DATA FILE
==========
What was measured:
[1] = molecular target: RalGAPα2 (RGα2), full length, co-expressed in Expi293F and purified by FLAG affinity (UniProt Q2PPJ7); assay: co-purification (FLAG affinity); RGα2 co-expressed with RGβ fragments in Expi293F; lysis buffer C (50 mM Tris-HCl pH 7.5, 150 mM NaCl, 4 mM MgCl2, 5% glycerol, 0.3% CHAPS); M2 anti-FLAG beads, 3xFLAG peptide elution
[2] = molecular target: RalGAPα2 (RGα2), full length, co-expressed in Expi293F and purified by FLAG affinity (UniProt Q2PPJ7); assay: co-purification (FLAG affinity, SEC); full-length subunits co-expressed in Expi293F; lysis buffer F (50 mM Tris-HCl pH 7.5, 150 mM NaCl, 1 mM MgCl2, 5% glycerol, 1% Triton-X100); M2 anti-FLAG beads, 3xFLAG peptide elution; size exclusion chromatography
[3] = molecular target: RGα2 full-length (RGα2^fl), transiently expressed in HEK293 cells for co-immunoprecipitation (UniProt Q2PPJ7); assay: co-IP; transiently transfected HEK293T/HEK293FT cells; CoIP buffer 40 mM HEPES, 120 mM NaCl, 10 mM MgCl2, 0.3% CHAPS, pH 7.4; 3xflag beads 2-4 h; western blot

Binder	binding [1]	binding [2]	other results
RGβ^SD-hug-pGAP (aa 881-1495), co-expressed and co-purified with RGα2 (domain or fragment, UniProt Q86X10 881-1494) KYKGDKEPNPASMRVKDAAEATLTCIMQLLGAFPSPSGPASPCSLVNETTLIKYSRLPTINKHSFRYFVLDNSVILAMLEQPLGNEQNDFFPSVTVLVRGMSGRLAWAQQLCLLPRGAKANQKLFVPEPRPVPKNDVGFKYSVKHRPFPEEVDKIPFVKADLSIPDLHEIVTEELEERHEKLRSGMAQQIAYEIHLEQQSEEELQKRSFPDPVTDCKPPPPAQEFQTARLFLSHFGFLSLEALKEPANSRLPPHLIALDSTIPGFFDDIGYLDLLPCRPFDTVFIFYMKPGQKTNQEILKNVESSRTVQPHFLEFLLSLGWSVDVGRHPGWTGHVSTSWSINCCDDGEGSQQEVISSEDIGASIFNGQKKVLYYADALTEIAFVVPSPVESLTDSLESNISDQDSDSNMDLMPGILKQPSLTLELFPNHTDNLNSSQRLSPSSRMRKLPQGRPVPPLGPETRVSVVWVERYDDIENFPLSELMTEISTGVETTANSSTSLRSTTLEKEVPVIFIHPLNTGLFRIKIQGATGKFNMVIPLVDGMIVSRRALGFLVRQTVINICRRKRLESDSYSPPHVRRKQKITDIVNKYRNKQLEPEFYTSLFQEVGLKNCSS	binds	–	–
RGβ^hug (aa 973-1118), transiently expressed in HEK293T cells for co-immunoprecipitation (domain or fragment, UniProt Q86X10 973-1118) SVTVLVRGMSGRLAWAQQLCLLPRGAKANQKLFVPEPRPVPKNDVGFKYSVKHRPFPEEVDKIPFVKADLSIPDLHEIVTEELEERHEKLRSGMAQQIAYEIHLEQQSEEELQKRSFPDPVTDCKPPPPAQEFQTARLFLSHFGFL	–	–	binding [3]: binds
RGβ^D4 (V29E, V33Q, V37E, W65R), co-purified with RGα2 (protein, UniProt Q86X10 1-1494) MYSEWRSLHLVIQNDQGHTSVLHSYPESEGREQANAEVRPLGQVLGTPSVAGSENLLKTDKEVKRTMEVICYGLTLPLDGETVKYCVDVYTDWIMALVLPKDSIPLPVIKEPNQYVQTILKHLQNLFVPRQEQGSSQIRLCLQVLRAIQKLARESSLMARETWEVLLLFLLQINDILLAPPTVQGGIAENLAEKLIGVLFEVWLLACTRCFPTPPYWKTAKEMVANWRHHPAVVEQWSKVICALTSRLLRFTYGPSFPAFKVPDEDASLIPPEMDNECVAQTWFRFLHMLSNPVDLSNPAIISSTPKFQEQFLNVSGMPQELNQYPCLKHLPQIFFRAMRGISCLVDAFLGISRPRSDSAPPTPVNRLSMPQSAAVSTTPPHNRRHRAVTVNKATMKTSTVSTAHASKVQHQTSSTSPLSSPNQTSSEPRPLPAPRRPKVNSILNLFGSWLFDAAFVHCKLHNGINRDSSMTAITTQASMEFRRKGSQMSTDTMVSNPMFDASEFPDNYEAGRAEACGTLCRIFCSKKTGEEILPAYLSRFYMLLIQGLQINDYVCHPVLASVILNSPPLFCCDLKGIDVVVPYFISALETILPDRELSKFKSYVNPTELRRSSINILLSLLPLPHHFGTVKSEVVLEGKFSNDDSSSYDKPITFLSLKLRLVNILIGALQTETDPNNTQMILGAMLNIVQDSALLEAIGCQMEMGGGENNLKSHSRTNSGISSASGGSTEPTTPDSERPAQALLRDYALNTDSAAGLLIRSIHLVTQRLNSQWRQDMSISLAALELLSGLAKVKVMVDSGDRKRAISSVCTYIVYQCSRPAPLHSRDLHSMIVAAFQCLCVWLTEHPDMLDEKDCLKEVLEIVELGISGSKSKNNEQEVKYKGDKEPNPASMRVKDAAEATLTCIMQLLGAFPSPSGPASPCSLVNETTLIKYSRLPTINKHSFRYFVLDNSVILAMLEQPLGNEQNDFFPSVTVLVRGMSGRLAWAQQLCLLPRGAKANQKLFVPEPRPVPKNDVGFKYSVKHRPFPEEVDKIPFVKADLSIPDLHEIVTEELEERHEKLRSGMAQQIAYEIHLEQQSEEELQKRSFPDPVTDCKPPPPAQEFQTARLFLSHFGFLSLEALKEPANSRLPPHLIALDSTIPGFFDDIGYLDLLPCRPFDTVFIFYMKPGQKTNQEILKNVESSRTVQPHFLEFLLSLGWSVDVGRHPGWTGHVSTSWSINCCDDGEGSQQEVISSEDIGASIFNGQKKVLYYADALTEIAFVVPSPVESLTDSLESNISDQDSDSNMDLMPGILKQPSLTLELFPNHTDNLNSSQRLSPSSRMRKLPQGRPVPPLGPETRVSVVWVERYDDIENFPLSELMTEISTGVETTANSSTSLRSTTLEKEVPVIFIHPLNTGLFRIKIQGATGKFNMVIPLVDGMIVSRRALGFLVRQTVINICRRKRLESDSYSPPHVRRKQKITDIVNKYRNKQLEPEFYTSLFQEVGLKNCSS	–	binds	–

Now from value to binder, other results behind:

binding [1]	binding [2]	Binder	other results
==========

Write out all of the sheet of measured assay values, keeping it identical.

What was measured:
[1] = molecular target: RalGAPα2 (RGα2), full length, co-expressed in Expi293F and purified by FLAG affinity (UniProt Q2PPJ7); assay: co-purification (FLAG affinity); RGα2 co-expressed with RGβ fragments in Expi293F; lysis buffer C (50 mM Tris-HCl pH 7.5, 150 mM NaCl, 4 mM MgCl2, 5% glycerol, 0.3% CHAPS); M2 anti-FLAG beads, 3xFLAG peptide elution
[2] = molecular target: RalGAPα2 (RGα2), full length, co-expressed in Expi293F and purified by FLAG affinity (UniProt Q2PPJ7); assay: co-purification (FLAG affinity, SEC); full-length subunits co-expressed in Expi293F; lysis buffer F (50 mM Tris-HCl pH 7.5, 150 mM NaCl, 1 mM MgCl2, 5% glycerol, 1% Triton-X100); M2 anti-FLAG beads, 3xFLAG peptide elution; size exclusion chromatography
[3] = molecular target: RGα2 full-length (RGα2^fl), transiently expressed in HEK293 cells for co-immunoprecipitation (UniProt Q2PPJ7); assay: co-IP; transiently transfected HEK293T/HEK293FT cells; CoIP buffer 40 mM HEPES, 120 mM NaCl, 10 mM MgCl2, 0.3% CHAPS, pH 7.4; 3xflag beads 2-4 h; western blot

Binder	binding [1]	binding [2]	other results
RGβ^SD-hug-pGAP (aa 881-1495), co-expressed and co-purified with RGα2 (domain or fragment, UniProt Q86X10 881-1494) KYKGDKEPNPASMRVKDAAEATLTCIMQLLGAFPSPSGPASPCSLVNETTLIKYSRLPTINKHSFRYFVLDNSVILAMLEQPLGNEQNDFFPSVTVLVRGMSGRLAWAQQLCLLPRGAKANQKLFVPEPRPVPKNDVGFKYSVKHRPFPEEVDKIPFVKADLSIPDLHEIVTEELEERHEKLRSGMAQQIAYEIHLEQQSEEELQKRSFPDPVTDCKPPPPAQEFQTARLFLSHFGFLSLEALKEPANSRLPPHLIALDSTIPGFFDDIGYLDLLPCRPFDTVFIFYMKPGQKTNQEILKNVESSRTVQPHFLEFLLSLGWSVDVGRHPGWTGHVSTSWSINCCDDGEGSQQEVISSEDIGASIFNGQKKVLYYADALTEIAFVVPSPVESLTDSLESNISDQDSDSNMDLMPGILKQPSLTLELFPNHTDNLNSSQRLSPSSRMRKLPQGRPVPPLGPETRVSVVWVERYDDIENFPLSELMTEISTGVETTANSSTSLRSTTLEKEVPVIFIHPLNTGLFRIKIQGATGKFNMVIPLVDGMIVSRRALGFLVRQTVINICRRKRLESDSYSPPHVRRKQKITDIVNKYRNKQLEPEFYTSLFQEVGLKNCSS	binds	–	–
RGβ^hug (aa 973-1118), transiently expressed in HEK293T cells for co-immunoprecipitation (domain or fragment, UniProt Q86X10 973-1118) SVTVLVRGMSGRLAWAQQLCLLPRGAKANQKLFVPEPRPVPKNDVGFKYSVKHRPFPEEVDKIPFVKADLSIPDLHEIVTEELEERHEKLRSGMAQQIAYEIHLEQQSEEELQKRSFPDPVTDCKPPPPAQEFQTARLFLSHFGFL	–	–	binding [3]: binds
RGβ^D4 (V29E, V33Q, V37E, W65R), co-purified with RGα2 (protein, UniProt Q86X10 1-1494) MYSEWRSLHLVIQNDQGHTSVLHSYPESEGREQANAEVRPLGQVLGTPSVAGSENLLKTDKEVKRTMEVICYGLTLPLDGETVKYCVDVYTDWIMALVLPKDSIPLPVIKEPNQYVQTILKHLQNLFVPRQEQGSSQIRLCLQVLRAIQKLARESSLMARETWEVLLLFLLQINDILLAPPTVQGGIAENLAEKLIGVLFEVWLLACTRCFPTPPYWKTAKEMVANWRHHPAVVEQWSKVICALTSRLLRFTYGPSFPAFKVPDEDASLIPPEMDNECVAQTWFRFLHMLSNPVDLSNPAIISSTPKFQEQFLNVSGMPQELNQYPCLKHLPQIFFRAMRGISCLVDAFLGISRPRSDSAPPTPVNRLSMPQSAAVSTTPPHNRRHRAVTVNKATMKTSTVSTAHASKVQHQTSSTSPLSSPNQTSSEPRPLPAPRRPKVNSILNLFGSWLFDAAFVHCKLHNGINRDSSMTAITTQASMEFRRKGSQMSTDTMVSNPMFDASEFPDNYEAGRAEACGTLCRIFCSKKTGEEILPAYLSRFYMLLIQGLQINDYVCHPVLASVILNSPPLFCCDLKGIDVVVPYFISALETILPDRELSKFKSYVNPTELRRSSINILLSLLPLPHHFGTVKSEVVLEGKFSNDDSSSYDKPITFLSLKLRLVNILIGALQTETDPNNTQMILGAMLNIVQDSALLEAIGCQMEMGGGENNLKSHSRTNSGISSASGGSTEPTTPDSERPAQALLRDYALNTDSAAGLLIRSIHLVTQRLNSQWRQDMSISLAALELLSGLAKVKVMVDSGDRKRAISSVCTYIVYQCSRPAPLHSRDLHSMIVAAFQCLCVWLTEHPDMLDEKDCLKEVLEIVELGISGSKSKNNEQEVKYKGDKEPNPASMRVKDAAEATLTCIMQLLGAFPSPSGPASPCSLVNETTLIKYSRLPTINKHSFRYFVLDNSVILAMLEQPLGNEQNDFFPSVTVLVRGMSGRLAWAQQLCLLPRGAKANQKLFVPEPRPVPKNDVGFKYSVKHRPFPEEVDKIPFVKADLSIPDLHEIVTEELEERHEKLRSGMAQQIAYEIHLEQQSEEELQKRSFPDPVTDCKPPPPAQEFQTARLFLSHFGFLSLEALKEPANSRLPPHLIALDSTIPGFFDDIGYLDLLPCRPFDTVFIFYMKPGQKTNQEILKNVESSRTVQPHFLEFLLSLGWSVDVGRHPGWTGHVSTSWSINCCDDGEGSQQEVISSEDIGASIFNGQKKVLYYADALTEIAFVVPSPVESLTDSLESNISDQDSDSNMDLMPGILKQPSLTLELFPNHTDNLNSSQRLSPSSRMRKLPQGRPVPPLGPETRVSVVWVERYDDIENFPLSELMTEISTGVETTANSSTSLRSTTLEKEVPVIFIHPLNTGLFRIKIQGATGKFNMVIPLVDGMIVSRRALGFLVRQTVINICRRKRLESDSYSPPHVRRKQKITDIVNKYRNKQLEPEFYTSLFQEVGLKNCSS	–	binds	–

Now from value to binder, other results behind:

binding [1]	binding [2]	Binder	other results